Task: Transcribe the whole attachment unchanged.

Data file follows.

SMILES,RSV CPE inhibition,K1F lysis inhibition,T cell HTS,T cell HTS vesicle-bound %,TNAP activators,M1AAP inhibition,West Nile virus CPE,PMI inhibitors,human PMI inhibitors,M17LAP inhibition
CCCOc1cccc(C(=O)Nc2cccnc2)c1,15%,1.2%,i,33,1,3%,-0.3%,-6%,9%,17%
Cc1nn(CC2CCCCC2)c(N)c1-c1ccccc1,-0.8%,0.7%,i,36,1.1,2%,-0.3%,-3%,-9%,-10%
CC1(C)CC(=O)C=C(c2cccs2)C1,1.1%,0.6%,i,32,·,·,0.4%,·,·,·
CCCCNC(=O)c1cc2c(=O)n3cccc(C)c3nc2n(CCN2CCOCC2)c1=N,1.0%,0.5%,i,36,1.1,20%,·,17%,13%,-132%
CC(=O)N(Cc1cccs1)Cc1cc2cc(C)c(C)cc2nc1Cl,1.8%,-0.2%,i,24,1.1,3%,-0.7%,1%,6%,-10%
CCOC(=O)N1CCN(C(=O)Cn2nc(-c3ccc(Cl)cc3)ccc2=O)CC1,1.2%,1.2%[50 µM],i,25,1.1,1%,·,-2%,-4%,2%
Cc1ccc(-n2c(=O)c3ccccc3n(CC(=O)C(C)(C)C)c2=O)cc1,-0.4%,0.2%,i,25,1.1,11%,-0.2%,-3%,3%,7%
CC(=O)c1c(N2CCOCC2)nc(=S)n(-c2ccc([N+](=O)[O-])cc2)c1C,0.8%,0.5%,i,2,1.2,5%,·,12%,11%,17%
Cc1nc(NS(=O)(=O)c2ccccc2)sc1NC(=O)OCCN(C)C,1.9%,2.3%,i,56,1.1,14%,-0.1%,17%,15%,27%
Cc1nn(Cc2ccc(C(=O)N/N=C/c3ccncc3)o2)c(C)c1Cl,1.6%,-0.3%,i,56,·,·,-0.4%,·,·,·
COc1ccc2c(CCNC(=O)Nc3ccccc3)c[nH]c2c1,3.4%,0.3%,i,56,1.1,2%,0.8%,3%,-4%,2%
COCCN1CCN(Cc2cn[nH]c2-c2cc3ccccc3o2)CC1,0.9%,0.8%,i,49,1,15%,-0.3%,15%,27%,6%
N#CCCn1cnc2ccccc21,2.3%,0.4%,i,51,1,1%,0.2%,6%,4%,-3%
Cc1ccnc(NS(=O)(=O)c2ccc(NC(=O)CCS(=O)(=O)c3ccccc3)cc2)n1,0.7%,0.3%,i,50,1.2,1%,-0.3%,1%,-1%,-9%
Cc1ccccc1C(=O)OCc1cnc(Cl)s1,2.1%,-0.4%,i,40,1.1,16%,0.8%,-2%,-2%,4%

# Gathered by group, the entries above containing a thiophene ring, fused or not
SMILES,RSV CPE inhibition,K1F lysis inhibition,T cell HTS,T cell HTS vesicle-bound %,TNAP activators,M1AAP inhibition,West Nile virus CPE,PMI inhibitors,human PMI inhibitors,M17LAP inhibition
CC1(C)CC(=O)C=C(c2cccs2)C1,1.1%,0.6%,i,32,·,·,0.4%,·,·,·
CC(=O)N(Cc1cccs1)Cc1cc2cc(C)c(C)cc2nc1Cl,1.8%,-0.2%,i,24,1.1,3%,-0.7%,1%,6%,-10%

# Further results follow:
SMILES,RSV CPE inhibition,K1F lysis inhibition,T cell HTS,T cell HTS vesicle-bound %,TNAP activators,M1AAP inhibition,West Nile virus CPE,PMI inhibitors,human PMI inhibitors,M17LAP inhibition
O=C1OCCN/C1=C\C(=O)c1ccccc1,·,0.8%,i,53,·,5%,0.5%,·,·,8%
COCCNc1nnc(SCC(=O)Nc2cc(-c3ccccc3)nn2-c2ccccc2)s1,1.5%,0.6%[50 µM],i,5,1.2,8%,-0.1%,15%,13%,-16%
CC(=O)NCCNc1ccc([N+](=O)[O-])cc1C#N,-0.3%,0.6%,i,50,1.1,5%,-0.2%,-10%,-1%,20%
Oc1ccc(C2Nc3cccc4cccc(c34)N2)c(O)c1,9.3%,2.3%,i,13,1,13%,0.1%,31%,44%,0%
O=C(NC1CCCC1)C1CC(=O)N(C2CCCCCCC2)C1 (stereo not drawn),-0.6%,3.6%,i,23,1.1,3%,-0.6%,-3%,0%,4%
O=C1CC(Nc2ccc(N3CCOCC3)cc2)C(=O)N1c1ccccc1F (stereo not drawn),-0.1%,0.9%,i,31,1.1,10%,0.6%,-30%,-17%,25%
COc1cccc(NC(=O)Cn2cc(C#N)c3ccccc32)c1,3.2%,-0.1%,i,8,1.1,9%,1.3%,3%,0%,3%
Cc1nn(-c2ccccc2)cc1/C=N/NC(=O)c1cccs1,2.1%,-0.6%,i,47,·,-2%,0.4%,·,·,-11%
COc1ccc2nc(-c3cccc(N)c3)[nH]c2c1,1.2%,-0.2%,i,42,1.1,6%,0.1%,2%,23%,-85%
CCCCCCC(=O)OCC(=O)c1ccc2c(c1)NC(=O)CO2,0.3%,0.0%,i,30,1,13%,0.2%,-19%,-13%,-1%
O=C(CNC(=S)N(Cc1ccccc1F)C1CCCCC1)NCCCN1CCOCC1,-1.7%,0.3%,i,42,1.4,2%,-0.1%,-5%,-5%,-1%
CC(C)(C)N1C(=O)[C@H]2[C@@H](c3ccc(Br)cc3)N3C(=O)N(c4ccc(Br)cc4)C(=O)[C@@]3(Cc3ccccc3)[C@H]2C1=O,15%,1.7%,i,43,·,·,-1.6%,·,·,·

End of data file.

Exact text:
SMILES,RSV CPE inhibition,K1F lysis inhibition,T cell HTS,T cell HTS vesicle-bound %,TNAP activators,M1AAP inhibition,West Nile virus CPE,PMI inhibitors,human PMI inhibitors,M17LAP inhibition
CCCOc1cccc(C(=O)Nc2cccnc2)c1,15%,1.2%,i,33,1,3%,-0.3%,-6%,9%,17%
Cc1nn(CC2CCCCC2)c(N)c1-c1ccccc1,-0.8%,0.7%,i,36,1.1,2%,-0.3%,-3%,-9%,-10%
CC1(C)CC(=O)C=C(c2cccs2)C1,1.1%,0.6%,i,32,·,·,0.4%,·,·,·
CCCCNC(=O)c1cc2c(=O)n3cccc(C)c3nc2n(CCN2CCOCC2)c1=N,1.0%,0.5%,i,36,1.1,20%,·,17%,13%,-132%
CC(=O)N(Cc1cccs1)Cc1cc2cc(C)c(C)cc2nc1Cl,1.8%,-0.2%,i,24,1.1,3%,-0.7%,1%,6%,-10%
CCOC(=O)N1CCN(C(=O)Cn2nc(-c3ccc(Cl)cc3)ccc2=O)CC1,1.2%,1.2%[50 µM],i,25,1.1,1%,·,-2%,-4%,2%
Cc1ccc(-n2c(=O)c3ccccc3n(CC(=O)C(C)(C)C)c2=O)cc1,-0.4%,0.2%,i,25,1.1,11%,-0.2%,-3%,3%,7%
CC(=O)c1c(N2CCOCC2)nc(=S)n(-c2ccc([N+](=O)[O-])cc2)c1C,0.8%,0.5%,i,2,1.2,5%,·,12%,11%,17%
Cc1nc(NS(=O)(=O)c2ccccc2)sc1NC(=O)OCCN(C)C,1.9%,2.3%,i,56,1.1,14%,-0.1%,17%,15%,27%
Cc1nn(Cc2ccc(C(=O)N/N=C/c3ccncc3)o2)c(C)c1Cl,1.6%,-0.3%,i,56,·,·,-0.4%,·,·,·
COc1ccc2c(CCNC(=O)Nc3ccccc3)c[nH]c2c1,3.4%,0.3%,i,56,1.1,2%,0.8%,3%,-4%,2%
COCCN1CCN(Cc2cn[nH]c2-c2cc3ccccc3o2)CC1,0.9%,0.8%,i,49,1,15%,-0.3%,15%,27%,6%
N#CCCn1cnc2ccccc21,2.3%,0.4%,i,51,1,1%,0.2%,6%,4%,-3%
Cc1ccnc(NS(=O)(=O)c2ccc(NC(=O)CCS(=O)(=O)c3ccccc3)cc2)n1,0.7%,0.3%,i,50,1.2,1%,-0.3%,1%,-1%,-9%
Cc1ccccc1C(=O)OCc1cnc(Cl)s1,2.1%,-0.4%,i,40,1.1,16%,0.8%,-2%,-2%,4%

# Gathered by group, the entries above containing a thiophene ring, fused or not
SMILES,RSV CPE inhibition,K1F lysis inhibition,T cell HTS,T cell HTS vesicle-bound %,TNAP activators,M1AAP inhibition,West Nile virus CPE,PMI inhibitors,human PMI inhibitors,M17LAP inhibition
CC1(C)CC(=O)C=C(c2cccs2)C1,1.1%,0.6%,i,32,·,·,0.4%,·,·,·
CC(=O)N(Cc1cccs1)Cc1cc2cc(C)c(C)cc2nc1Cl,1.8%,-0.2%,i,24,1.1,3%,-0.7%,1%,6%,-10%

# Further results follow:
SMILES,RSV CPE inhibition,K1F lysis inhibition,T cell HTS,T cell HTS vesicle-bound %,TNAP activators,M1AAP inhibition,West Nile virus CPE,PMI inhibitors,human PMI inhibitors,M17LAP inhibition
O=C1OCCN/C1=C\C(=O)c1ccccc1,·,0.8%,i,53,·,5%,0.5%,·,·,8%
COCCNc1nnc(SCC(=O)Nc2cc(-c3ccccc3)nn2-c2ccccc2)s1,1.5%,0.6%[50 µM],i,5,1.2,8%,-0.1%,15%,13%,-16%
CC(=O)NCCNc1ccc([N+](=O)[O-])cc1C#N,-0.3%,0.6%,i,50,1.1,5%,-0.2%,-10%,-1%,20%
Oc1ccc(C2Nc3cccc4cccc(c34)N2)c(O)c1,9.3%,2.3%,i,13,1,13%,0.1%,31%,44%,0%
O=C(NC1CCCC1)C1CC(=O)N(C2CCCCCCC2)C1 (stereo not drawn),-0.6%,3.6%,i,23,1.1,3%,-0.6%,-3%,0%,4%
O=C1CC(Nc2ccc(N3CCOCC3)cc2)C(=O)N1c1ccccc1F (stereo not drawn),-0.1%,0.9%,i,31,1.1,10%,0.6%,-30%,-17%,25%
COc1cccc(NC(=O)Cn2cc(C#N)c3ccccc32)c1,3.2%,-0.1%,i,8,1.1,9%,1.3%,3%,0%,3%
Cc1nn(-c2ccccc2)cc1/C=N/NC(=O)c1cccs1,2.1%,-0.6%,i,47,·,-2%,0.4%,·,·,-11%
COc1ccc2nc(-c3cccc(N)c3)[nH]c2c1,1.2%,-0.2%,i,42,1.1,6%,0.1%,2%,23%,-85%
CCCCCCC(=O)OCC(=O)c1ccc2c(c1)NC(=O)CO2,0.3%,0.0%,i,30,1,13%,0.2%,-19%,-13%,-1%
O=C(CNC(=S)N(Cc1ccccc1F)C1CCCCC1)NCCCN1CCOCC1,-1.7%,0.3%,i,42,1.4,2%,-0.1%,-5%,-5%,-1%
CC(C)(C)N1C(=O)[C@H]2[C@@H](c3ccc(Br)cc3)N3C(=O)N(c4ccc(Br)cc4)C(=O)[C@@]3(Cc3ccccc3)[C@H]2C1=O,15%,1.7%,i,43,·,·,-1.6%,·,·,·